Moreover, in the case of agents, my bet is that a lot of the sympathy such venting receives in the online environment is more self-serving than genuine. Because what unagented author is going to do anything BUT sympathize with the agent and agree that the author in question is sadly delusional/rude/whatever? The last thing any author seeking representation wants is for an agent to remember him/her as the person who suggested that posting private correspondence for public dissection without the sender’s consent might be at best morally ambiguous and at worst completely unethical.

But seriously, should we EVER do this in public? Does it ever make us look good? I say no, it doesn’t. No matter who you are, belittling other people only makes you look smaller.

Your mother was right. “If you can’t say anything nice, don’t say anything at all.”

A Call to Writers of Short Fiction

Since my recent sale to Spice Briefs (see post below), it occurred to me that a lot of writers out there might not be aware of the opportunities that are available in the short fiction, particularly romance and erotica. I’m thinking of writing an article (which I plan to submit to RWA’s trade publication, Romance Writer’s Report, for consideration). But since I don’t want to rely solely on my own experience, I’d love to find a few others who’ve made a career of writing short stories or novellas (40k or less) and who are willing to share their experiences in some detail in such an article.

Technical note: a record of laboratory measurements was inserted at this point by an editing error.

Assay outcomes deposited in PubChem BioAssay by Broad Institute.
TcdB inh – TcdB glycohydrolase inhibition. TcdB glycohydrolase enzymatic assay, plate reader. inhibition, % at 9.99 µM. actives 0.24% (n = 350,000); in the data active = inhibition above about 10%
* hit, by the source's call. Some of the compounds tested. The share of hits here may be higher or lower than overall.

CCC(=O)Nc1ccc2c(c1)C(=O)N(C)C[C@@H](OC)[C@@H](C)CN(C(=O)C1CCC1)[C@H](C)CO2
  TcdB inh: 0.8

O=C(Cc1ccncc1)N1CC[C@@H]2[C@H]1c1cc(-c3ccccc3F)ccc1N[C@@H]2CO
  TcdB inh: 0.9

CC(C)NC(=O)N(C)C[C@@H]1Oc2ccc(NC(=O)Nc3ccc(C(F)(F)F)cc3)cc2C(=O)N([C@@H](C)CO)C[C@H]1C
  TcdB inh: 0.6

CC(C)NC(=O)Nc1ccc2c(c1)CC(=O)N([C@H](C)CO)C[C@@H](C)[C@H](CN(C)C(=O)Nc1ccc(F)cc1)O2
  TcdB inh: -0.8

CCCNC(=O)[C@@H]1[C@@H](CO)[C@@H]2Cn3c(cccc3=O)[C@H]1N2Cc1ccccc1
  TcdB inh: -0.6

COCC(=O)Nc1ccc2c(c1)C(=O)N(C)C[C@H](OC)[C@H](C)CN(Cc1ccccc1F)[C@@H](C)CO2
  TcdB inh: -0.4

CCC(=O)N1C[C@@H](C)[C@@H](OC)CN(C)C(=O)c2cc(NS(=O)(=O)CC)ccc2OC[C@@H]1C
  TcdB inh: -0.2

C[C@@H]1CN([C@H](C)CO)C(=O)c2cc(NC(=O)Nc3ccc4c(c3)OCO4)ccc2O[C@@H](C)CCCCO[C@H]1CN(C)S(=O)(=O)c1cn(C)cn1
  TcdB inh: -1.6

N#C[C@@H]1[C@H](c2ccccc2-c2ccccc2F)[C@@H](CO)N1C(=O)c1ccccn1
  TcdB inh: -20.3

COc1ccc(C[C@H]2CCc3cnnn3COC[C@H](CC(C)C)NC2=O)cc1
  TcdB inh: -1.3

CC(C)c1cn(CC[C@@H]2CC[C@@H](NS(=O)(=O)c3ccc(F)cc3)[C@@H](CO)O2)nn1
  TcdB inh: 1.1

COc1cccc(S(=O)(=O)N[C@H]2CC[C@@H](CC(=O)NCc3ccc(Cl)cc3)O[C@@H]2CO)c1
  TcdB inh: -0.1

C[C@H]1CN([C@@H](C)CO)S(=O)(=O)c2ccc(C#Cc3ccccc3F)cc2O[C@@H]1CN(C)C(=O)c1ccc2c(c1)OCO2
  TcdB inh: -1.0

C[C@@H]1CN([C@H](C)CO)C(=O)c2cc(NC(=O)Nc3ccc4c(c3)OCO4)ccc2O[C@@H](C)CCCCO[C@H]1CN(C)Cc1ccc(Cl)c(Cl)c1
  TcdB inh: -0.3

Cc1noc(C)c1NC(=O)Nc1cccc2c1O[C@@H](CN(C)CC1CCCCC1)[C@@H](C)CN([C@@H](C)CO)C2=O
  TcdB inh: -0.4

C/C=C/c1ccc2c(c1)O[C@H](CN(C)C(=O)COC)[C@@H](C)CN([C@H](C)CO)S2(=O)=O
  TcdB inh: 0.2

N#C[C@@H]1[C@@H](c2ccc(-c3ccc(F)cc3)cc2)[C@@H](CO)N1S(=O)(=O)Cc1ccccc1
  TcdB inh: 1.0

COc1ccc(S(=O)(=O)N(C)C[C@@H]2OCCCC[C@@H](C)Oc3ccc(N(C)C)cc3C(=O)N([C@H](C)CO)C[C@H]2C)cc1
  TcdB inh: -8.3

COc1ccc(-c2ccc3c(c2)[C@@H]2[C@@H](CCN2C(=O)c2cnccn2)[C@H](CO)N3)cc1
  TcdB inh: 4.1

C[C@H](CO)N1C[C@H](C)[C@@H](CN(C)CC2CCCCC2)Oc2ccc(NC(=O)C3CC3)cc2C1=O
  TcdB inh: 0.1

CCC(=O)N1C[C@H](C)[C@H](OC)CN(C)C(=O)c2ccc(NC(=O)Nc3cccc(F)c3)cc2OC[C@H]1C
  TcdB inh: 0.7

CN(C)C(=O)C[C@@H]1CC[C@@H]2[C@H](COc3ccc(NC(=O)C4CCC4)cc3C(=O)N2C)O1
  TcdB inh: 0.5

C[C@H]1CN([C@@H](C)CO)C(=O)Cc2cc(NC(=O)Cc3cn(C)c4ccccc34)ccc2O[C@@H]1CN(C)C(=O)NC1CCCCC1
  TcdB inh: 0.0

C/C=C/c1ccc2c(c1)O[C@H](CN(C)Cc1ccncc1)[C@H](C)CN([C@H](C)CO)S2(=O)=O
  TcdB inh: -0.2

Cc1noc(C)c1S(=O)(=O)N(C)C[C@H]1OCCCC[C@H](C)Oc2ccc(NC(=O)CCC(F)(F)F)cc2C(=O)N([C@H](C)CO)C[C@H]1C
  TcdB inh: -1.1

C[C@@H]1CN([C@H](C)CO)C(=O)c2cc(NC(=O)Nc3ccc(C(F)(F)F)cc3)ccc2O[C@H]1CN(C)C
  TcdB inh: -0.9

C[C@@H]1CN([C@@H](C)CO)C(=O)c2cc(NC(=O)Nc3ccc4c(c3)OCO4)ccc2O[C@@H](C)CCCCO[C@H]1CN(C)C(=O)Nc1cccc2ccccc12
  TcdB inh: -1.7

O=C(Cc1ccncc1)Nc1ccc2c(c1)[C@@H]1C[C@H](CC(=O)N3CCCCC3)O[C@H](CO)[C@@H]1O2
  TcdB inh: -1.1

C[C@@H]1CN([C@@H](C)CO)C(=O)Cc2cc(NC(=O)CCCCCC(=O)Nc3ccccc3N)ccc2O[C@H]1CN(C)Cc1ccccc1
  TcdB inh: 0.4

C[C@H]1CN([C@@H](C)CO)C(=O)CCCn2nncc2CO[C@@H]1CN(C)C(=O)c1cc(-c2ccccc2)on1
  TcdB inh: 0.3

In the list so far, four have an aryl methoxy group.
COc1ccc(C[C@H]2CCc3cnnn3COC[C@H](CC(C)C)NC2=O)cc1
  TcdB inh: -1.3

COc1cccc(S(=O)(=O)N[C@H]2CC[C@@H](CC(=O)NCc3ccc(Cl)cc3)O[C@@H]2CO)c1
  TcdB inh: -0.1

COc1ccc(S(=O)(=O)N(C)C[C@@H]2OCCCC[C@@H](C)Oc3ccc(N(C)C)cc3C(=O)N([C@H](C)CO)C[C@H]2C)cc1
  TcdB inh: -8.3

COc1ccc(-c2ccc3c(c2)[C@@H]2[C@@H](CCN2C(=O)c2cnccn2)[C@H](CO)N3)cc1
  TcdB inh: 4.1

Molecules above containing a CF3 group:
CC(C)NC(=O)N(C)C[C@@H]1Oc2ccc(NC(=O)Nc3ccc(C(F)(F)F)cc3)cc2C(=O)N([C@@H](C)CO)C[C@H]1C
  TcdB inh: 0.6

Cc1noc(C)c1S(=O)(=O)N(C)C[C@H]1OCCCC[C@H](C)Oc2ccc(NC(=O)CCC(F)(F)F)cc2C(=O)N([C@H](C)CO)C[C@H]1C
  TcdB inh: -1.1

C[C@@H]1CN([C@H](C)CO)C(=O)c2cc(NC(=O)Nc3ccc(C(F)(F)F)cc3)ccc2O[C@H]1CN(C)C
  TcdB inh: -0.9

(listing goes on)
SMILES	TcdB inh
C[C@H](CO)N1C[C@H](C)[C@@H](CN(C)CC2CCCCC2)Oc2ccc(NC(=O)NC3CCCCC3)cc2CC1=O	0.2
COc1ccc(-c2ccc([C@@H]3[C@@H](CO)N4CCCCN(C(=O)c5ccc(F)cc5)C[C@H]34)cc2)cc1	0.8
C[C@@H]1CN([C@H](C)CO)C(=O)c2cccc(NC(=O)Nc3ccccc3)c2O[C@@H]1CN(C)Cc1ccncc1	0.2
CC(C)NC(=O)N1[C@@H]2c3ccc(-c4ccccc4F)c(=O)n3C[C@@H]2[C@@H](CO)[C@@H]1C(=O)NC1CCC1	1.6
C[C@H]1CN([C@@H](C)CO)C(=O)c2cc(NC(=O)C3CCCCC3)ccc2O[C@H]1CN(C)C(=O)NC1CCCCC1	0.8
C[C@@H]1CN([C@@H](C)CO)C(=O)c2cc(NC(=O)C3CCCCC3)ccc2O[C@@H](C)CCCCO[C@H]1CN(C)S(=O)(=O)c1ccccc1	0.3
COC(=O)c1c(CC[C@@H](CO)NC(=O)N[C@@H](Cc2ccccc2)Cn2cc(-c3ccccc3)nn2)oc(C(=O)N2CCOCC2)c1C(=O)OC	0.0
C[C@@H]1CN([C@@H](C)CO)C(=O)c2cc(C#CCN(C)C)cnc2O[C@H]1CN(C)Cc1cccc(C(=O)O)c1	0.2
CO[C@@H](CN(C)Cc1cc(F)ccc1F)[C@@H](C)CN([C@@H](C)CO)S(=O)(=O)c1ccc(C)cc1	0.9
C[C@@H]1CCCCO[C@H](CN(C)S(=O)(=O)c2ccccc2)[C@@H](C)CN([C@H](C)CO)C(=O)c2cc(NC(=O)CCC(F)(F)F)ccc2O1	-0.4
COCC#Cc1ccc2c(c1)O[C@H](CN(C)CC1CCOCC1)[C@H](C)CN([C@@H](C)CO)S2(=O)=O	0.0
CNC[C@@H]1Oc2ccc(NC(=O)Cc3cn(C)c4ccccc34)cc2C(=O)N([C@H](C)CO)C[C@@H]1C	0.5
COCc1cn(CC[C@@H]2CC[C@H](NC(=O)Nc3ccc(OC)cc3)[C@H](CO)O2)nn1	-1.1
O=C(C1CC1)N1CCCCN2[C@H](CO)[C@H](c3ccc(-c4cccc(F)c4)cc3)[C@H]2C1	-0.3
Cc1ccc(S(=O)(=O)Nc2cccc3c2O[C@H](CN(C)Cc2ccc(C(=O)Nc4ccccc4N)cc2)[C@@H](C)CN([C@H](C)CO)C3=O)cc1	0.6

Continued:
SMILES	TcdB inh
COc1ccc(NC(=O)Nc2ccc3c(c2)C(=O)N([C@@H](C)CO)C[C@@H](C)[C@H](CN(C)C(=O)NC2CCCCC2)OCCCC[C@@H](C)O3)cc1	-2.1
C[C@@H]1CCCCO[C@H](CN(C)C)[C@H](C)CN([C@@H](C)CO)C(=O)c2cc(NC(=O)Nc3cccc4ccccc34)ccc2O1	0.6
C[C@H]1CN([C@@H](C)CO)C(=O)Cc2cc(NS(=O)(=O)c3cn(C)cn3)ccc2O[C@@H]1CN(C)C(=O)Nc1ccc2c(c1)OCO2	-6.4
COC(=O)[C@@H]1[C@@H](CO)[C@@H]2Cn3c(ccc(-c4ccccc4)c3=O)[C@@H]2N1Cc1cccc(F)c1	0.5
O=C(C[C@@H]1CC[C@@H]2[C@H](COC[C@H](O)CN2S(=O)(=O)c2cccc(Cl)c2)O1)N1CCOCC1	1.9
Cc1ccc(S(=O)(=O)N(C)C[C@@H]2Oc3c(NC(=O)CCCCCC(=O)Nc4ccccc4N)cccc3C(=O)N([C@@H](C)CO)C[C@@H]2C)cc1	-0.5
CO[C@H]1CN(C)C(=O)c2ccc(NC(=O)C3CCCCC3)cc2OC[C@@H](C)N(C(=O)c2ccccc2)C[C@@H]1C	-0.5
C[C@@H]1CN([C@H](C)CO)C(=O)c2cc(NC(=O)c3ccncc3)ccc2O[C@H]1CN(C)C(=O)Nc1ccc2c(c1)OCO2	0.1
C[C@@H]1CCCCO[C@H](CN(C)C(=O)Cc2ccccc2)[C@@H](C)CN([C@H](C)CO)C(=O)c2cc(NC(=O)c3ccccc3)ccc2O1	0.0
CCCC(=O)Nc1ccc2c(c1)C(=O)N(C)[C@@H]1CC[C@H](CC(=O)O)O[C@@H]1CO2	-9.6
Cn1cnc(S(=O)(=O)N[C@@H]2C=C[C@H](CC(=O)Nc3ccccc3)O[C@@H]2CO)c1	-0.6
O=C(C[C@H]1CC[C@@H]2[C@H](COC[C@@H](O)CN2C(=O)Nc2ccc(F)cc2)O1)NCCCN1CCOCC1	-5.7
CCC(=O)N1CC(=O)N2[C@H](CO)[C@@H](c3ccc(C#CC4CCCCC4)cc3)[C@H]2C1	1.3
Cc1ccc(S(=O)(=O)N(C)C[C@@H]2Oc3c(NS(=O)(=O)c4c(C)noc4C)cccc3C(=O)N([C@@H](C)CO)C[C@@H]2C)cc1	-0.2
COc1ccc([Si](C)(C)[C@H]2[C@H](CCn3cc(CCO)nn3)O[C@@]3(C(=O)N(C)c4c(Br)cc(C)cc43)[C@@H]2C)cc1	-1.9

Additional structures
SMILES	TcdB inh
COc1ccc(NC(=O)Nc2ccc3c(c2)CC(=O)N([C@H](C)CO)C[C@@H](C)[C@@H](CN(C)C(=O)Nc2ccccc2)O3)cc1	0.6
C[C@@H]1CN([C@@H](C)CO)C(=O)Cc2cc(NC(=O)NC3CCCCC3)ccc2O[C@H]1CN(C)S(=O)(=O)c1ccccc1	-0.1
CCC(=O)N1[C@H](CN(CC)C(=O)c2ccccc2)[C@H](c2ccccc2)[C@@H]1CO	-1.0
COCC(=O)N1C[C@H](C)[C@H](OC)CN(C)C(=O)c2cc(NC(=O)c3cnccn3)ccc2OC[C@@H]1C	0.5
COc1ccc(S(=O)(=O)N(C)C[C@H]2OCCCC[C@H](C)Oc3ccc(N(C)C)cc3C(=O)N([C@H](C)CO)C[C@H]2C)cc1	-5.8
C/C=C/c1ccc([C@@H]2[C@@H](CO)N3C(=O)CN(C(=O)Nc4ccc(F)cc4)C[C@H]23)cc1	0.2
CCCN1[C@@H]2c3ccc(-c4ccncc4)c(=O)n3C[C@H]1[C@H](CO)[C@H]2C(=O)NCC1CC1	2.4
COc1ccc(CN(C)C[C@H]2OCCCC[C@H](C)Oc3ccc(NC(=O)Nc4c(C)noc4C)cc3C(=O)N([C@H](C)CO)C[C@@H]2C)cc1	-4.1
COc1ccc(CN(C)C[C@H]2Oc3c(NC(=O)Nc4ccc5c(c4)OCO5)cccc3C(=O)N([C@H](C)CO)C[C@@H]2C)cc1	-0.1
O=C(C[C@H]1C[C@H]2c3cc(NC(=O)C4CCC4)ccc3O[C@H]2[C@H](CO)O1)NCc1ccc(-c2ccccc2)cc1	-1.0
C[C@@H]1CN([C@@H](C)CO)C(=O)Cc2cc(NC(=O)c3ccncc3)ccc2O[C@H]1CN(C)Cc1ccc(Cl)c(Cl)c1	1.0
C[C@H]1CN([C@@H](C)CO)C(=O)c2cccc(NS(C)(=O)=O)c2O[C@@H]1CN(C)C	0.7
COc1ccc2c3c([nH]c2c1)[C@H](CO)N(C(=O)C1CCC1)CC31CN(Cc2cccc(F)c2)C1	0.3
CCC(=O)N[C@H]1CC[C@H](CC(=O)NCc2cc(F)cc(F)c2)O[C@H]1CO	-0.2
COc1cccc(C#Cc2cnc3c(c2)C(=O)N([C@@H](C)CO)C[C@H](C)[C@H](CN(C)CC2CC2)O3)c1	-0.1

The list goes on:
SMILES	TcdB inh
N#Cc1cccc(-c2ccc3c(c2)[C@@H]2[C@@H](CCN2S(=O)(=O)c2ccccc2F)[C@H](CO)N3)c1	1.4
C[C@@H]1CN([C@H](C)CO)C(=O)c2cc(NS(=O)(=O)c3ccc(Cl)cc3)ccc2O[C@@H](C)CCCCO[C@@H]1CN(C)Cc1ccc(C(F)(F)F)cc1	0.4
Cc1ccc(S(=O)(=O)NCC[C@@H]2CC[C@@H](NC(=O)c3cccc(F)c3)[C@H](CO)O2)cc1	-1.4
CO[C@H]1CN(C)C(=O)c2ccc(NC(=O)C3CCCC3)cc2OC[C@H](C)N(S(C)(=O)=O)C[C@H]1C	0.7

If you’re interested, please reply in the comments or email me at jackie at

Thanks :).

Announcing…(wait for it)…a Sale!

You know the old saying: “Good things come to those who wait.” I think a writer must have dreamed that one up, because it often seems to me no one waits more than writers. Every writer I know is in a perpetual state of waiting, whether it’s waiting for an agent to make an offer of representation, waiting for editors to make offers for publications, waiting for the book to come out, waiting for the sales numbers to come in, and then doing all of it (hopefully less the agent step) all over again. Who knew waiting could be so exhausting?